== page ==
The First High Mountain Military Guide Instructor

4 mins read

Sergeant Michaël Petitdidier serves as an assistant in the mountain safety unit of the 2nd Foreign Engineer Regiment and now stands as the regiment’s first non-commissioned officer high mountain military guide instructor. This ranks as the top qualification. Despite his quiet and humble nature, his friends from the mountains made sure his achievement didn’t go unnoticed.

Sergeant Michaël Petitdidier skiing down a 50º slope

His persistent and determined friends finally persuaded him to share his accomplishment with the Képi Blanc editorial team. He highlights four of the most unforgettable moments from his extensive preparation for the military guide tests.

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A Dream Turns into Reality

I’ve always dreamt about undertaking grand adventures like the south pillar of the Barre des Écrins or the south face of the Meije, which I’ve admired so often. I used to view these mountains from below, believing climbing them impossible. Yet, relentless training has brought me closer to the goal. Now, I’ve managed to climb them! This effort reminds us of our humanity and how fatigue eventually takes its toll.

The Deadly Aiguille Verte

Qualifying for the military guide instructor training demands a long list of climbs, offering both magnificent and challenging ascents. Climbing the north face of the Green Needle via the Washburn route and skiing down the daunting Whymper couloir from the summit marks an unforgettable phase in a climber’s life where full commitment is essential. Skiing down a 50° slope leaves no margin for error, as life and death hang on the few millimeters of steel anchored in the snow with each turn. Finishing brings a wave of joy and accomplishment, sparking the desire for new, more ambitious projects. What seemed impossible now feels within reach.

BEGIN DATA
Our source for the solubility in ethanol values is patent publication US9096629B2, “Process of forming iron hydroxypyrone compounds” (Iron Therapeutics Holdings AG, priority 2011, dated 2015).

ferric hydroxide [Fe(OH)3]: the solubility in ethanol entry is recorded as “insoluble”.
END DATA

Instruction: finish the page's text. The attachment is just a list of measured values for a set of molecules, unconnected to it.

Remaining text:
The Unpredictable Three Teeth Ridge

Mastering everything is crucial to anticipate all challenges in this demanding setting. The adventure on the Three Teeth Ridge of Pelvoux was filled with unique and emotional experiences. We thought we had made it through and looked forward to celebrating with a good beer at the refuge. After removing our gear at the couloir’s base, setting down our bags, and enjoying a drink while admiring the landscape, a sudden deep noise caught our attention. We turned to see a microwave-sized rock hurtling down the slope, narrowly missing us. That day taught us a valuable lesson. The next day, we chose not to climb but to head down to the valley, heeding the mountain’s warning.

Iceland the Unpredictable

Sharing experiences in the mountains is crucial for a complete adventure, especially true during cold environment expeditions. In Iceland, we used pulkas, arm-powered sleds for transporting food, tents, and survival equipment across the mountains. Normally suited for snow, pulling them over grass and mud, where sliding is harder, significantly increased our effort. Yet, the effort was well worth it, leading to an unforgettable evening with my fellow travelers. Expeditions go beyond mere travel; they offer a timeless break for self-reflection. Iceland, our ten-day playground, provided the perfect setting.


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1 Comment

  1. Thanks for all the good articles I, as a father, am trying to trace, in my imagination, the footsteps of my son. I am guessing he is halfway through his basic training and before he left home he said he would like to get to the Mountains. Who knows maybe he gets to know you! I now have an idea what his journey may be like. Thanks.

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